Bikelinc website to help find stolen bikes now in Tasmania
Tell you a story.
I've recently returned from a cycle trip down the North Island of New Zealand, and like you do when touring, I came across another cyclist (Freddie) one day on the tour, and we ended up cycling together for 3 or 4 days, before our paths again diverged and he headed off ahead of me while I decided to linger awhile.
Fast forward a week, and I get this message from Freddie - "just had my bike and all my gear stolen in Wellington - gutted". Turns out that while heading into the city, he had an urgent call of nature, and seeing a public toilet, he'd just ducked in for 30 seconds ... and that was all it took for an opportunistic thief to take off on his bike which left him standing beside a public toilet in a strange city with just his wallet and phone.
I've also had a bike stolen when on tour in Ireland many years ago, and I've had one stolen from the top of my car which was parked in my driveway in Hobart, and it is a horrible, sickening moment when you realise it has gone.
That long preamble is why I think it is pretty cool to hear that Tasmanian Police and Crimestoppers have joined forces to launch the Bikelinc website to help Tasmanian bike owners combat theft.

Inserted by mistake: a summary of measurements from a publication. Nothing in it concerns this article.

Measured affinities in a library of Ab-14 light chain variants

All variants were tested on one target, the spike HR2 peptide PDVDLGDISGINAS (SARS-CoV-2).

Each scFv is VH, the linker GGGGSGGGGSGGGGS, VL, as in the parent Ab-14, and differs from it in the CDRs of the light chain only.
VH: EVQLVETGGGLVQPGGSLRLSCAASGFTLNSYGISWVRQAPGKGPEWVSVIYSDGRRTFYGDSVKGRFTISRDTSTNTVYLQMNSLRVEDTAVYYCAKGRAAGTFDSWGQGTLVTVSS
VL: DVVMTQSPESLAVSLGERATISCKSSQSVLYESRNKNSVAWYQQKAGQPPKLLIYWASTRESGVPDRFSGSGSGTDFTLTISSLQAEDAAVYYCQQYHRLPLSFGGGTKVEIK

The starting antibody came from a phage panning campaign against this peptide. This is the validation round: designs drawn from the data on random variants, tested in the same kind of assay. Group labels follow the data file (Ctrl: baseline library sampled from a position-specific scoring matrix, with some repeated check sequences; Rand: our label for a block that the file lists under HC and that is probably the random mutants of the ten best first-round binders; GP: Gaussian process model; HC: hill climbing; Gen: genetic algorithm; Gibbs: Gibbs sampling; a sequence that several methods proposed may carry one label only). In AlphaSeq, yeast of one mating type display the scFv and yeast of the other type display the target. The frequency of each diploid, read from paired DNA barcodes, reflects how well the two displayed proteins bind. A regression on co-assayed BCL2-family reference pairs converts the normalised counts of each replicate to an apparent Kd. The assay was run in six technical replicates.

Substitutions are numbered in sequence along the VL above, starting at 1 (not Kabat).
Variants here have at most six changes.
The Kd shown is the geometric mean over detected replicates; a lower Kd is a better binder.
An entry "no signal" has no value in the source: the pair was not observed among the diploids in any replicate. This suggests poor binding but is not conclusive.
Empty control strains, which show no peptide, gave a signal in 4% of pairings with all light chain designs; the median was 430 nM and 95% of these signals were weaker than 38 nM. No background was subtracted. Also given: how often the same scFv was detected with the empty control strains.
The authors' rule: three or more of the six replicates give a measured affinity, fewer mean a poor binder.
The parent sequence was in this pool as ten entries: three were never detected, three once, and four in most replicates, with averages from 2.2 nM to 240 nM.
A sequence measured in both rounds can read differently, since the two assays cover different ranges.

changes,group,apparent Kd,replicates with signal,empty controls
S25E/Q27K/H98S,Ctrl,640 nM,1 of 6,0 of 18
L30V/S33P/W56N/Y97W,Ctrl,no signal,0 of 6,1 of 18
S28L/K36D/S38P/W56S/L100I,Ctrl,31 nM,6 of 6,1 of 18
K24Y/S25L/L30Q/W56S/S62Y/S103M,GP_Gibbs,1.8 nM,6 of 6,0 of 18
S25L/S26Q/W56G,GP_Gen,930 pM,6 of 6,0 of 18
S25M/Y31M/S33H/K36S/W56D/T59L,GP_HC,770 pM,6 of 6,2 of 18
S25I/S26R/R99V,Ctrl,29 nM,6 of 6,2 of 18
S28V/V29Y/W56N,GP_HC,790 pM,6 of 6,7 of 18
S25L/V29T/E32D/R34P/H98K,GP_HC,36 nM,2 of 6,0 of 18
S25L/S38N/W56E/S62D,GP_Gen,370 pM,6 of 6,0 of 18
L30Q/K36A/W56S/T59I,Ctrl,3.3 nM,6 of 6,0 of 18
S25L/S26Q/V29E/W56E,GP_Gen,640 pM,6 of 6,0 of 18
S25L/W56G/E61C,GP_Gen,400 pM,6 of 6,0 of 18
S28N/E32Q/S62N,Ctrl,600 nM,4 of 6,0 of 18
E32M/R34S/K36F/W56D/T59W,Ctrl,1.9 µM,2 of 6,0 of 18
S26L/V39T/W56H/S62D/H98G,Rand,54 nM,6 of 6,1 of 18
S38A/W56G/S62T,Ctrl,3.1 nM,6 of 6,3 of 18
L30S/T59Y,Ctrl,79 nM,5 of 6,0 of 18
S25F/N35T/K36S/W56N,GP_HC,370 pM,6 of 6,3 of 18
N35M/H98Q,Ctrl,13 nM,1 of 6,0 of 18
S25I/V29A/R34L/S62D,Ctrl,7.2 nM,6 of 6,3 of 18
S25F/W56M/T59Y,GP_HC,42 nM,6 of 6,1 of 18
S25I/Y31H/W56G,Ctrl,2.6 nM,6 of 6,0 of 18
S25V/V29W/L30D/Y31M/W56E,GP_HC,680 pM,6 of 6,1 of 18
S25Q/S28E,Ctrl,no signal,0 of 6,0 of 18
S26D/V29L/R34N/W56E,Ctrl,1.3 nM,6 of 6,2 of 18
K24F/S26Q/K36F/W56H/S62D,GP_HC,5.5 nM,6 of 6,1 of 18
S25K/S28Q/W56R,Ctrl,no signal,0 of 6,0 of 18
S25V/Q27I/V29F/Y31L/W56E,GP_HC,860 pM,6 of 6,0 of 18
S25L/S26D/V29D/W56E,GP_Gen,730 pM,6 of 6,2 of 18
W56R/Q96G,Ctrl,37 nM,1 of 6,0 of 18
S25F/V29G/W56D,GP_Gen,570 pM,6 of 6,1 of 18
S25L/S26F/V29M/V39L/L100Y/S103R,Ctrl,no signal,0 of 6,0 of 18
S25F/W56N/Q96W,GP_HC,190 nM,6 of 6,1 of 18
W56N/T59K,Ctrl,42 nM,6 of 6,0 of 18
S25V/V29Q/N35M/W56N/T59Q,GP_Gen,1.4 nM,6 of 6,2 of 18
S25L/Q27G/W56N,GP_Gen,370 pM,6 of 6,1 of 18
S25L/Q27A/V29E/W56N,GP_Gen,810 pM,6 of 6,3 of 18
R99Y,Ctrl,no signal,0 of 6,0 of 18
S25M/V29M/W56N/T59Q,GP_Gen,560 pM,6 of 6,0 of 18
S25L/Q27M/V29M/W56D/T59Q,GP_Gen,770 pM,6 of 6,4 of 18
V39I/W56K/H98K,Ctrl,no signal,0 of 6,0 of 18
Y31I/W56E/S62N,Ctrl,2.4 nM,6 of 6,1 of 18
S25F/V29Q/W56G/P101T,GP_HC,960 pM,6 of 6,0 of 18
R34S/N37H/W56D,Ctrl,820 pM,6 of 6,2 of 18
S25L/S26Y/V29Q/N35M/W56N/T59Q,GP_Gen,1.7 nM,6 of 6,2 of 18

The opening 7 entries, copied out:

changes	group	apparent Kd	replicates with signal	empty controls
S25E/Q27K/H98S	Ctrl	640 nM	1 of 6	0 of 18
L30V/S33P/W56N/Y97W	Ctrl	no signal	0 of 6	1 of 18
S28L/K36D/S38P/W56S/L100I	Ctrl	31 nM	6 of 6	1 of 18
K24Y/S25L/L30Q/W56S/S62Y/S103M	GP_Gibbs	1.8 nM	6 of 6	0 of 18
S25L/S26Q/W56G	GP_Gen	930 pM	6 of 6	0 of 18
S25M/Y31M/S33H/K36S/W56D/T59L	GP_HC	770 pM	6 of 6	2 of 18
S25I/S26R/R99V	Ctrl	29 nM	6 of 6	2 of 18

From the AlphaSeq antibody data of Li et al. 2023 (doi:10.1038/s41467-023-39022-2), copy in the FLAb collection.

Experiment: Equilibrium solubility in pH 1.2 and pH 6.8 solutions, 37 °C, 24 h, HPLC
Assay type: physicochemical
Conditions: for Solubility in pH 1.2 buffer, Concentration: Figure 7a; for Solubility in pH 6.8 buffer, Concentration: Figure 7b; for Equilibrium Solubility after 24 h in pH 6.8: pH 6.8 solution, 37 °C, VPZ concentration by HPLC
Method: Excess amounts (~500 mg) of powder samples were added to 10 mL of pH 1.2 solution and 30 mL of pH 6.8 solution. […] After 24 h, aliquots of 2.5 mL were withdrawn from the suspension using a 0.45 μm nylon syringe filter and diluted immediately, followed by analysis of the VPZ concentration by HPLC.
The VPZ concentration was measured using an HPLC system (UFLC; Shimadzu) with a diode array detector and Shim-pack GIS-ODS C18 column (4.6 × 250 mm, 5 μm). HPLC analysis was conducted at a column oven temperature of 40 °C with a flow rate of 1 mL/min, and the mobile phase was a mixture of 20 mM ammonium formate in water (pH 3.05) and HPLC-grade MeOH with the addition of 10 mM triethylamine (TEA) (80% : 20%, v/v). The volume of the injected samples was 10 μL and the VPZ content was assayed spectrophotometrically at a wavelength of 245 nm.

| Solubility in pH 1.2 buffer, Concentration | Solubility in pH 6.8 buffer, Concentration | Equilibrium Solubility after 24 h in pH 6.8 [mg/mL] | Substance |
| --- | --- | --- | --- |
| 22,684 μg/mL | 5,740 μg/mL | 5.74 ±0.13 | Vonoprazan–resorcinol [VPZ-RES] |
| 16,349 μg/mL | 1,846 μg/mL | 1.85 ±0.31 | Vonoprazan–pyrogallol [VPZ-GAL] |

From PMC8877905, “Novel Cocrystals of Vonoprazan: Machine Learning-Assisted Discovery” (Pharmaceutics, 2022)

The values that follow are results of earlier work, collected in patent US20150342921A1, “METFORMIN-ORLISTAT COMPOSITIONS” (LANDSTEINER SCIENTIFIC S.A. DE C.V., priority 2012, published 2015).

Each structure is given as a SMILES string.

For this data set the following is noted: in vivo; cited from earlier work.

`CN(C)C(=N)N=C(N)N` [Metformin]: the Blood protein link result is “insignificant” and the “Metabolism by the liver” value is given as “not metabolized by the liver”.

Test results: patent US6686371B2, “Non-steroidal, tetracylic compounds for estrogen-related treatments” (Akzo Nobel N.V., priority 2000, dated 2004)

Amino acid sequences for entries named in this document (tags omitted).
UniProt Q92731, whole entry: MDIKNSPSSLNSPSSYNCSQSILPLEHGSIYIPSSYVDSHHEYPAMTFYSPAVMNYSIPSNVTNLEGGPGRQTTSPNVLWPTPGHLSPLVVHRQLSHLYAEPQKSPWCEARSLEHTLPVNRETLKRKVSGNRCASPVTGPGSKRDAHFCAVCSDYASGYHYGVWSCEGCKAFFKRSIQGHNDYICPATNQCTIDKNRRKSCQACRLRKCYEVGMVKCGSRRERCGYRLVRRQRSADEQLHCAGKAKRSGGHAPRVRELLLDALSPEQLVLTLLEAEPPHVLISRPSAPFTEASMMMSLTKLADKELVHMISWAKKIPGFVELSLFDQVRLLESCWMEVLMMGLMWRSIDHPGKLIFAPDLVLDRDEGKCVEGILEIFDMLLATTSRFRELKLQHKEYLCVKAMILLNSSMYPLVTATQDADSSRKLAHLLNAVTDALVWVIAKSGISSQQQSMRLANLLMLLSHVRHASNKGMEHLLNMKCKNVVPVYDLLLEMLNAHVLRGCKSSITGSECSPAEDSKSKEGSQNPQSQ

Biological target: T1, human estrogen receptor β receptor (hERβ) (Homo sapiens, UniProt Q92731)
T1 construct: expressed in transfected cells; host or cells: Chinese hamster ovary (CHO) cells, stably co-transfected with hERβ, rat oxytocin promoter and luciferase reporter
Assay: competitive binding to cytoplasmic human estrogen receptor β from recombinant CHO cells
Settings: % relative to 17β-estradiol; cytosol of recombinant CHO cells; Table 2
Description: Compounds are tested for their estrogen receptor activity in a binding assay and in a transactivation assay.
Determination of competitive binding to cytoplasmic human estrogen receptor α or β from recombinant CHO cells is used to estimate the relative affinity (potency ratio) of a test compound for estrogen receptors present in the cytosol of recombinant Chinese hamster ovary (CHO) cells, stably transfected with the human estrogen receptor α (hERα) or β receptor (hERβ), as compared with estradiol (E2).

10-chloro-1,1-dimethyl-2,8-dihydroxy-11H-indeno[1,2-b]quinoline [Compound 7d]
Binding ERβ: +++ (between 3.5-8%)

According to Bicycle Network Tasmania, the website was first established by Western Australian Police and Crimestoppers in 2019, joined by the ACT in 2020 and now Tasmania.
The site works by bike owners creating an entry for their bike that includes photos and serial numbers. The entries then sit on the site out of public view and can be quickly activated if a bike is stolen.
Putting up photos of customisation is particularly important to differentiate your bike from other bikes of the same model. If you've put on a new saddle, changed the handlebars or added mudguards, take photos of all these elements and add them to your gallery.
Once a bike is listed as stolen on the site Tasmanian police officers can immediately see the listing and use it to check bikes they come across, and members of the public can also see the entry if they search for the frame serial number.
I haven't acutaly registered any of my bikes yet, but once I do, I'll let you know how it goes.
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